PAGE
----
The best test, and difficult to administer, is: do those served grow as persons; do they, while being served, become healthier, wiser, freer, more autonomous, more likely themselves to become servants? And, what is the effect on the least privileged in society; will he benefit, or, at least, will he not be further deprived?
This suggests that a non-servant who wants to be a servant might become a natural servant through a long arduous discipline of learning to listen, a discipline sufficiently sustained that the automatic response to any problem is to listen first.”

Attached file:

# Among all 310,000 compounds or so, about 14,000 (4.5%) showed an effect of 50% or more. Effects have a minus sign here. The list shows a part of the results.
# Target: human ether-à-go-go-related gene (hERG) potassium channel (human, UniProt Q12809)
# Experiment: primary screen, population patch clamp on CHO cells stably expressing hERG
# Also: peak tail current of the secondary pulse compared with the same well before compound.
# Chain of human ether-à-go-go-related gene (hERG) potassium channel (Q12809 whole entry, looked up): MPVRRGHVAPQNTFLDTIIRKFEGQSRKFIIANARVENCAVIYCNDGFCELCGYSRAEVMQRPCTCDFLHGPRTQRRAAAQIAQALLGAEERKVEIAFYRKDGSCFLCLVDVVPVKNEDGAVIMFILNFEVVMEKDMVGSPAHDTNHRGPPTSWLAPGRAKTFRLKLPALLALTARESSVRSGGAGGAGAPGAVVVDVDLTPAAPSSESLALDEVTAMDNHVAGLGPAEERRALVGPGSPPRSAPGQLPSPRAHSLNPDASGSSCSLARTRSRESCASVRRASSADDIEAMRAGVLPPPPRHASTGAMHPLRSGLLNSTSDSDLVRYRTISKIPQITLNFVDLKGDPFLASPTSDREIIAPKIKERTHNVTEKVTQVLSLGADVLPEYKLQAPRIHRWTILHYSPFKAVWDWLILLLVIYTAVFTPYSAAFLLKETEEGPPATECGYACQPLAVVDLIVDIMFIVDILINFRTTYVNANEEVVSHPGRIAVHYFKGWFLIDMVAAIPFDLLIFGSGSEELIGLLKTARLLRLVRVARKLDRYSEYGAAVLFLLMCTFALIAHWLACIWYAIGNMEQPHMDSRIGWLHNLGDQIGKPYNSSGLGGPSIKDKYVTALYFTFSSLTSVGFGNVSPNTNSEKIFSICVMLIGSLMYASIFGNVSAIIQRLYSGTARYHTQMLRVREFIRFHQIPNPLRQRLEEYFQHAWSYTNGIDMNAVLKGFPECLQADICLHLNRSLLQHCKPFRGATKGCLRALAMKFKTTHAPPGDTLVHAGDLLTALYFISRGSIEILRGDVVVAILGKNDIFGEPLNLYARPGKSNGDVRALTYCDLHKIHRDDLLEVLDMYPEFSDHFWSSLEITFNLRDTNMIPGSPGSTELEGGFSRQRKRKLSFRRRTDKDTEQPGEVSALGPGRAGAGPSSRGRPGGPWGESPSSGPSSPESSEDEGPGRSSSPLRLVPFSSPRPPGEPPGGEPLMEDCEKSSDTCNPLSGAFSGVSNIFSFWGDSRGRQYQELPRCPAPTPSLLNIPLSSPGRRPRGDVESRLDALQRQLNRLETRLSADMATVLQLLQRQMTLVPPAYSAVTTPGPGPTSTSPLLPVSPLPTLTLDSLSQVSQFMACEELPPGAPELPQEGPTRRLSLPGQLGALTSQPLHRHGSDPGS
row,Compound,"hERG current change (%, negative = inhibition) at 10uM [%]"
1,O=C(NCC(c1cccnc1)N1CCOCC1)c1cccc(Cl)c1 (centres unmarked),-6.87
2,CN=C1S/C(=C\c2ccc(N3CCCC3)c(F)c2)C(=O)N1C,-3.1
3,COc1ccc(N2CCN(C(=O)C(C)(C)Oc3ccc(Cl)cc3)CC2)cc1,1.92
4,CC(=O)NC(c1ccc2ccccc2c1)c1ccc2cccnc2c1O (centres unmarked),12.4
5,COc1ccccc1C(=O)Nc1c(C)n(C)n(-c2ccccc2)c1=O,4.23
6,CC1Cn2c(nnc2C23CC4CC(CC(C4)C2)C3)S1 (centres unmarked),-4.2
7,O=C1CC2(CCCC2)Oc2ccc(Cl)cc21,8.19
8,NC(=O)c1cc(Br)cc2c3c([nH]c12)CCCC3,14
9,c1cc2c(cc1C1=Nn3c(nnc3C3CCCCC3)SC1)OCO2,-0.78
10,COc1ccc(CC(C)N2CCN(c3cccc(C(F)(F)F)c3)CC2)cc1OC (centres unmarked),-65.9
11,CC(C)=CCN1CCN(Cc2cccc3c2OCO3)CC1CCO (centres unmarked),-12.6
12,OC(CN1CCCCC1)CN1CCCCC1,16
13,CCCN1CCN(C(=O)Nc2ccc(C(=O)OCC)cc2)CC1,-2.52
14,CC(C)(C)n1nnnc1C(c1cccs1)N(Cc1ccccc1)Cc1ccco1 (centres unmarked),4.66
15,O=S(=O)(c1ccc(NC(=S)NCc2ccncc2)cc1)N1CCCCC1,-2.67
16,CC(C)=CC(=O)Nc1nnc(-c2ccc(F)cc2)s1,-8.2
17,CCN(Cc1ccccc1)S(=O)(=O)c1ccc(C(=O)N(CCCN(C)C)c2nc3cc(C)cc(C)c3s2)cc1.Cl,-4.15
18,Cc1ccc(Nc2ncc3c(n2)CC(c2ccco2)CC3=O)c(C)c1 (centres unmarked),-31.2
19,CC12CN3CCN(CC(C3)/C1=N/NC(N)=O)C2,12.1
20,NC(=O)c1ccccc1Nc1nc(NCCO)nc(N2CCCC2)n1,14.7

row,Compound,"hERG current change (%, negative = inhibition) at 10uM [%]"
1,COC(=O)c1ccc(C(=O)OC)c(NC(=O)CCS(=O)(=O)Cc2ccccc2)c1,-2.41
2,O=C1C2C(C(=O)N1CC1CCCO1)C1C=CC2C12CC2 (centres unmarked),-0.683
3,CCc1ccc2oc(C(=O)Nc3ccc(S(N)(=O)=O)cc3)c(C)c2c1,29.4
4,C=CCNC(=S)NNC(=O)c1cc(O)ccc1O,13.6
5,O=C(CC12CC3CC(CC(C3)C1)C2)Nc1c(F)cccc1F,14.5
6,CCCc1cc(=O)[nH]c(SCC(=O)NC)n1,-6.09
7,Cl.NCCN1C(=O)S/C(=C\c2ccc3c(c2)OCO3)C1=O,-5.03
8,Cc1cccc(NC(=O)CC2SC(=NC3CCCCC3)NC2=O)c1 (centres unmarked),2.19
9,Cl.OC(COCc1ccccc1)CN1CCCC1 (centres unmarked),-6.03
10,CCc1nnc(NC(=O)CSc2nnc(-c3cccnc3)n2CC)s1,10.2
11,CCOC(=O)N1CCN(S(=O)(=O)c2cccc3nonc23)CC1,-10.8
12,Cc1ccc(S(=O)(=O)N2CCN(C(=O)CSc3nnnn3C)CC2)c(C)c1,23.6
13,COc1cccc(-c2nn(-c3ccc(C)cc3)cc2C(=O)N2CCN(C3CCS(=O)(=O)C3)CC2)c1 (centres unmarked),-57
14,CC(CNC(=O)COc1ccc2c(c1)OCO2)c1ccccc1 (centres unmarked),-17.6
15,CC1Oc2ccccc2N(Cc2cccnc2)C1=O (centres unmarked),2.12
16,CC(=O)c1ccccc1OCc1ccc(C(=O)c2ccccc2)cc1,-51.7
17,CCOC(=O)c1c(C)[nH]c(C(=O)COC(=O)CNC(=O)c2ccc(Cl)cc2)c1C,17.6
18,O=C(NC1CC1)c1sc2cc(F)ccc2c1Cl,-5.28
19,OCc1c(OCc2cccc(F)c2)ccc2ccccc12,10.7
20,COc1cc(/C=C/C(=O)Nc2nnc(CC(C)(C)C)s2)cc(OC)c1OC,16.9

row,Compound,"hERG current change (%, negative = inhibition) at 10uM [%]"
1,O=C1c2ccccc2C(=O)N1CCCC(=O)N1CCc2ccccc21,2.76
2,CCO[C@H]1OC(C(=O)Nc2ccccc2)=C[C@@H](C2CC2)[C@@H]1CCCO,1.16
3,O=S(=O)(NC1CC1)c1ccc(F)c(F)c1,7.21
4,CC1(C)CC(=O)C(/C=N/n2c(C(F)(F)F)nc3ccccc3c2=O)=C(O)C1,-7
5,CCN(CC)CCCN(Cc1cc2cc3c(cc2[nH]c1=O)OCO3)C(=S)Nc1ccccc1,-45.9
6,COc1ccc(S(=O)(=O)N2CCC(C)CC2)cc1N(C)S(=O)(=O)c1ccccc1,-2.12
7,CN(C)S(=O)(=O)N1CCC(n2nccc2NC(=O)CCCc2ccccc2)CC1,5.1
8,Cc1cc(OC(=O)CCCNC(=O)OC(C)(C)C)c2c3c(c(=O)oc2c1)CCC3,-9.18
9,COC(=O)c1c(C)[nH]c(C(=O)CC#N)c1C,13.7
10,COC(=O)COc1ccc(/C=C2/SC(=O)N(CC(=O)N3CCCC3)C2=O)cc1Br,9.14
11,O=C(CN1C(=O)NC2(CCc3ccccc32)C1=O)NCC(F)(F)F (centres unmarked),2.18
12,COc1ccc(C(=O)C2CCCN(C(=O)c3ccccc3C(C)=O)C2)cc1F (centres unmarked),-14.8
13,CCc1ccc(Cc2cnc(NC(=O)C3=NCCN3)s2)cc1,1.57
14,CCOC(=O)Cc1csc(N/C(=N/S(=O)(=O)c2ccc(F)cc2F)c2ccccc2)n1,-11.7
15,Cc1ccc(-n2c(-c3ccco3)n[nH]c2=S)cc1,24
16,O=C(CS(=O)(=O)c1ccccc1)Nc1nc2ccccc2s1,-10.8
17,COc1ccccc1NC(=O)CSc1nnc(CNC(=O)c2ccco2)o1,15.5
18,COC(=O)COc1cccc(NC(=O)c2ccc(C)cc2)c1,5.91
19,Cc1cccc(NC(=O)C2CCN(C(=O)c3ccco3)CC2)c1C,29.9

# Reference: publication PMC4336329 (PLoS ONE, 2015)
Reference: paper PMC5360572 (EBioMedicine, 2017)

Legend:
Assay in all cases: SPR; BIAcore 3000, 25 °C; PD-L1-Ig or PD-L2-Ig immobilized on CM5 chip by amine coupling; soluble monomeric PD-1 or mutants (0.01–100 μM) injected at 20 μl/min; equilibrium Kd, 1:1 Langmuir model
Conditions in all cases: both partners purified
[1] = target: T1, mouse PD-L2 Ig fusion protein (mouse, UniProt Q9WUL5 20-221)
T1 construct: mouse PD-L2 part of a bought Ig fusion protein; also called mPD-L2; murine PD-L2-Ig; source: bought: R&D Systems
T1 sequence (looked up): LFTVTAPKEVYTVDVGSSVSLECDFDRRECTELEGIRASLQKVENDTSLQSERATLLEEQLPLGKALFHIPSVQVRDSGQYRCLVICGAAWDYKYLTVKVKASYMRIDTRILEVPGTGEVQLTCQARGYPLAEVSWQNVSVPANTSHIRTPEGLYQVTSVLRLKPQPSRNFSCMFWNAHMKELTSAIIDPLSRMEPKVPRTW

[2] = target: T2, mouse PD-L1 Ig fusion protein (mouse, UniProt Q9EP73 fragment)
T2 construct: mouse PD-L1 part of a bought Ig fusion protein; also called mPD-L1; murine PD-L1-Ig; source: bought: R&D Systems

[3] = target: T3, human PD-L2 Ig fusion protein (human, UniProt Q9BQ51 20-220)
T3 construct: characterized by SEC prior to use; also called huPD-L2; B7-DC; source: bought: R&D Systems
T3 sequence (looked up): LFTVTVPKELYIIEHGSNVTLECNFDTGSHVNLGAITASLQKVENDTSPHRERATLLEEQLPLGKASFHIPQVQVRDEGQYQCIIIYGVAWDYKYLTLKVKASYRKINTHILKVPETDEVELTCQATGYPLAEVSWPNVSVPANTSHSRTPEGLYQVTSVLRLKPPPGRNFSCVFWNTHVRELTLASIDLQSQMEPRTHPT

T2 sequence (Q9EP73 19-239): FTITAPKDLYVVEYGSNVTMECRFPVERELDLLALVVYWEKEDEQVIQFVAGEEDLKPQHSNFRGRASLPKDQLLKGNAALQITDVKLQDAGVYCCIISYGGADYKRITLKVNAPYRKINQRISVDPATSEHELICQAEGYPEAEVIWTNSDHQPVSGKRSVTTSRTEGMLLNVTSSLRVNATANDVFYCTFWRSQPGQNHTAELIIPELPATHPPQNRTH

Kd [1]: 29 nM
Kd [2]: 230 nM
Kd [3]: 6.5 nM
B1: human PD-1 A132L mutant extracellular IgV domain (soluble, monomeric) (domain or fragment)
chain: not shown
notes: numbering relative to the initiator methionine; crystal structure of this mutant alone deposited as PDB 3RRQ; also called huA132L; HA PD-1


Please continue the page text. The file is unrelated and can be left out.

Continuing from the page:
“Listening isn’t just keeping quiet; and it isn’t just making appropriate responses that indicate one is awake and paying attention,” says Greenleaf. “Listening is a healing attitude, the attitude of intensely holding the belief–faith if you wish to call it thus–that the person or persons being listened to will rise to the challenge of grappling with the issues involved in finding their own wholeness.”